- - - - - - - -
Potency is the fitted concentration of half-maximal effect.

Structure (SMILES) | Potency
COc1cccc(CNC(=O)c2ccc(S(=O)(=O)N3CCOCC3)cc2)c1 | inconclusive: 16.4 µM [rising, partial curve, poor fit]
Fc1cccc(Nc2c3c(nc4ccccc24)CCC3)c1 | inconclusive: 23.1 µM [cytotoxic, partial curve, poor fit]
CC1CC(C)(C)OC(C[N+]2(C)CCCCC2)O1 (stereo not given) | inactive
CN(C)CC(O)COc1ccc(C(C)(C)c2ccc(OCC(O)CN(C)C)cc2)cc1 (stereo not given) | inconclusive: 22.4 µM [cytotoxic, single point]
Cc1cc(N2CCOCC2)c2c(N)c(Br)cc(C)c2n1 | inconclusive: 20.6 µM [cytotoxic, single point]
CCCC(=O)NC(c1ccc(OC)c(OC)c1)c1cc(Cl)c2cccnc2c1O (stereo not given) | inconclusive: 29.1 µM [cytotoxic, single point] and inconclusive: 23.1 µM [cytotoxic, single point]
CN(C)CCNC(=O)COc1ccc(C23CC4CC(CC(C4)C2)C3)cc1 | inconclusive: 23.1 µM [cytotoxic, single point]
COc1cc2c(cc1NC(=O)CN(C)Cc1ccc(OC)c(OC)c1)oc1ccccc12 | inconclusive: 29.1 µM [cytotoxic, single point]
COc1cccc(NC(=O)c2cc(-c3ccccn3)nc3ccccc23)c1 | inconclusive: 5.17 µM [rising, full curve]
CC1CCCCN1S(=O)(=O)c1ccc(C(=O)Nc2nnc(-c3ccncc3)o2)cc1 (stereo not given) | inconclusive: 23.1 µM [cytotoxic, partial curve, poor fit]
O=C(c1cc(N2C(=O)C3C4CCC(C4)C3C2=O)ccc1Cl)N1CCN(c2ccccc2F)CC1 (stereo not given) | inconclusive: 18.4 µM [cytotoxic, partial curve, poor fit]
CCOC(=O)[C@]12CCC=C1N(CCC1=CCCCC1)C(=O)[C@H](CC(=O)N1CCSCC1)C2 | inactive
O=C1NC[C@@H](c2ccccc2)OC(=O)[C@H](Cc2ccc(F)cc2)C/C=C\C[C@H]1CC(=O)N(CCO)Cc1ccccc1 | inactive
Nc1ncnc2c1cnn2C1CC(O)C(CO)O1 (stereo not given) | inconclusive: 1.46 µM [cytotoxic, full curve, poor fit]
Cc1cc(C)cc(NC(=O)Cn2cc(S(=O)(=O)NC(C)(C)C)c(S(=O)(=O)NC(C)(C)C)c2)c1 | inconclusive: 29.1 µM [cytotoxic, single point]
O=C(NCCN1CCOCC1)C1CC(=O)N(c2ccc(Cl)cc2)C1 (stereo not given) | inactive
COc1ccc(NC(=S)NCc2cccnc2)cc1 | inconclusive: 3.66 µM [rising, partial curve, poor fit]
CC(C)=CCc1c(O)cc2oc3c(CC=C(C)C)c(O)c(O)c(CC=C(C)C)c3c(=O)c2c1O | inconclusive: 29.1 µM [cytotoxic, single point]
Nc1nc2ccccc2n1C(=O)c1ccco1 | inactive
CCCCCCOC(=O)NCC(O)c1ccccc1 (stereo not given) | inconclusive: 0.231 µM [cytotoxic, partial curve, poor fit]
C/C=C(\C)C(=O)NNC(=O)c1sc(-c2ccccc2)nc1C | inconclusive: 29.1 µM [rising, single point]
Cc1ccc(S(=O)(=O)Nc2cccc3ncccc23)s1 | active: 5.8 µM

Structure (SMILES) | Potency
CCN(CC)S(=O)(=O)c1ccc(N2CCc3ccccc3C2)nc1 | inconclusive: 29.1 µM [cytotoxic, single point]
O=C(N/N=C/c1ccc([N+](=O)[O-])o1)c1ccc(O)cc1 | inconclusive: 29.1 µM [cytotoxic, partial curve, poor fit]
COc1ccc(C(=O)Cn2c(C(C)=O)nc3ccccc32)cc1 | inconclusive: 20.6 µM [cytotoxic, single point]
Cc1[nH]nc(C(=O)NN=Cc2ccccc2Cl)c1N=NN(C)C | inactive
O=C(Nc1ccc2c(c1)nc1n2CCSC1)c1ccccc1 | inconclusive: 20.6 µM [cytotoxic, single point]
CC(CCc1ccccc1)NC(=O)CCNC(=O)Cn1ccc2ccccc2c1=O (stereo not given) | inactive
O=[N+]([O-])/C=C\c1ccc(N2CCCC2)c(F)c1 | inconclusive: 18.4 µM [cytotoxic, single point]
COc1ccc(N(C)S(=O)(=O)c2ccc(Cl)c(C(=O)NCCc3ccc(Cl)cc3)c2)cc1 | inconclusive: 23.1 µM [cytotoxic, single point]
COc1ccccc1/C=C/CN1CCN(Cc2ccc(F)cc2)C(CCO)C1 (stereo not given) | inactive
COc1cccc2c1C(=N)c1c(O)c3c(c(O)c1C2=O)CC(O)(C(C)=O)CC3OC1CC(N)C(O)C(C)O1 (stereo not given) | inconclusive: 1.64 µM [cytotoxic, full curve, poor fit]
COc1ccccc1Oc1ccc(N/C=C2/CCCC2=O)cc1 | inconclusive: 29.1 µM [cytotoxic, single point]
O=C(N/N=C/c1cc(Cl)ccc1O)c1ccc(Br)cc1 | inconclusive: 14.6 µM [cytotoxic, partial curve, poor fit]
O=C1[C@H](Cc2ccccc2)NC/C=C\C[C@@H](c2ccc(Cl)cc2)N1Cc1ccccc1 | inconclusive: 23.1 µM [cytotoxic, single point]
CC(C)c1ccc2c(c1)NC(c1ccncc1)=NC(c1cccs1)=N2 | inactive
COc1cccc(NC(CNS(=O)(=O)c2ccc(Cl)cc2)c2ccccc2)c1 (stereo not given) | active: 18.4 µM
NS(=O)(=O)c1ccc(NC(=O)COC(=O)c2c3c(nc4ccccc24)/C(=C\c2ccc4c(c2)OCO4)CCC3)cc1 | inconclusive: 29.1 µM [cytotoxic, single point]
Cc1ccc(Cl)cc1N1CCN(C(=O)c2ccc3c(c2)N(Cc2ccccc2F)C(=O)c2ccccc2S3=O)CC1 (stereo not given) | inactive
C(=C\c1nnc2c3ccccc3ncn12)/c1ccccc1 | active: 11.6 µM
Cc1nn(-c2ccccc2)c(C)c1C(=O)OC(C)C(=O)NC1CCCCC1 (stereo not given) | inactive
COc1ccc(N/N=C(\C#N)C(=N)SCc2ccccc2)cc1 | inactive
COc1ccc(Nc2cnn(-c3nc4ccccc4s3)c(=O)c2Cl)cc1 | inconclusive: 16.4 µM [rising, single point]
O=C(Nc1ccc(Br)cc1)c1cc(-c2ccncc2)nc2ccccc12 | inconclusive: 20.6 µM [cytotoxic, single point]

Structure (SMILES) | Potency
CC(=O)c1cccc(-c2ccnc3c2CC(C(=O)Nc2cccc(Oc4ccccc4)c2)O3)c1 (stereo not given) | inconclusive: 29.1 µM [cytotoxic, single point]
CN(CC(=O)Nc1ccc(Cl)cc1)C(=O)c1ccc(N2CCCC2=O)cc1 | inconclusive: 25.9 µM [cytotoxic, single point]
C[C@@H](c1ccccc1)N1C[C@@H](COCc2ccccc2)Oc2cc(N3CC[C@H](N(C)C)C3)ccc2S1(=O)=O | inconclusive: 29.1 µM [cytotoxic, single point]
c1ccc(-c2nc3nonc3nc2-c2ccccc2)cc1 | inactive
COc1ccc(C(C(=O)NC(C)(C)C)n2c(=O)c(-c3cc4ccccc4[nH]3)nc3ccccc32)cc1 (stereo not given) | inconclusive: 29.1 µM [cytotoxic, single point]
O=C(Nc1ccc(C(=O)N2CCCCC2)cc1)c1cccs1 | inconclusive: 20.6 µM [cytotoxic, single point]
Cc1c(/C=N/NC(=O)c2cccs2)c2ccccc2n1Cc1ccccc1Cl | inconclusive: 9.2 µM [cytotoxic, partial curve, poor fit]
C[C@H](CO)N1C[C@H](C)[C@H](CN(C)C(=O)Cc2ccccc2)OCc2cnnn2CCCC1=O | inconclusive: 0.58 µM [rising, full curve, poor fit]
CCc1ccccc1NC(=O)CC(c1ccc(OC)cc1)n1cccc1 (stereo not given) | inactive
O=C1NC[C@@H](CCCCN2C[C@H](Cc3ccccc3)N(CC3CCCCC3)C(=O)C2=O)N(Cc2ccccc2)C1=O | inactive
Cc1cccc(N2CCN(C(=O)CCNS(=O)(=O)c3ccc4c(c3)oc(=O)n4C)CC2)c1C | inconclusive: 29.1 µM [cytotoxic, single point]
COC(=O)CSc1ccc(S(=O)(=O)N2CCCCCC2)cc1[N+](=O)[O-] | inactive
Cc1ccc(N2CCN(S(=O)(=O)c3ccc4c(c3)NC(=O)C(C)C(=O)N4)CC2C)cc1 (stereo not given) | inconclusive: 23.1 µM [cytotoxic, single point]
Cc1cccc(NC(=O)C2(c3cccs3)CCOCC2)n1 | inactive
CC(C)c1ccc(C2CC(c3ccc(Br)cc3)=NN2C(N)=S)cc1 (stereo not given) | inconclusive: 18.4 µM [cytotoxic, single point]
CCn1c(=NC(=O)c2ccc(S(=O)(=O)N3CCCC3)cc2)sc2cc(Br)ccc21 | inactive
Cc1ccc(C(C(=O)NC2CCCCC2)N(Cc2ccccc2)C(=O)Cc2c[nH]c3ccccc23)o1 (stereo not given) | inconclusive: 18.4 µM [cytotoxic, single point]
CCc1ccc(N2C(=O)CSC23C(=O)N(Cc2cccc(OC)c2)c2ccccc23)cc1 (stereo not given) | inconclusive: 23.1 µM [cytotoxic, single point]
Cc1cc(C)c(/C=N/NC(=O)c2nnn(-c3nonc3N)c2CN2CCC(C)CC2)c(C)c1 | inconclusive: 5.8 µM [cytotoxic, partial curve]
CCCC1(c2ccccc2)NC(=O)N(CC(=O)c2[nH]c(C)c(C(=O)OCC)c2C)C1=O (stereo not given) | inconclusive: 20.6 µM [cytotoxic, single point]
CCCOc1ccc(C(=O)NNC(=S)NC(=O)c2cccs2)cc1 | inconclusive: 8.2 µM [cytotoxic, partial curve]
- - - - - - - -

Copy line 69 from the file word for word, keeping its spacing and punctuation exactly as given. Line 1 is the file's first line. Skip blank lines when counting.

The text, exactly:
CCCOc1ccc(C(=O)NNC(=S)NC(=O)c2cccs2)cc1 | inconclusive: 8.2 µM [cytotoxic, partial curve]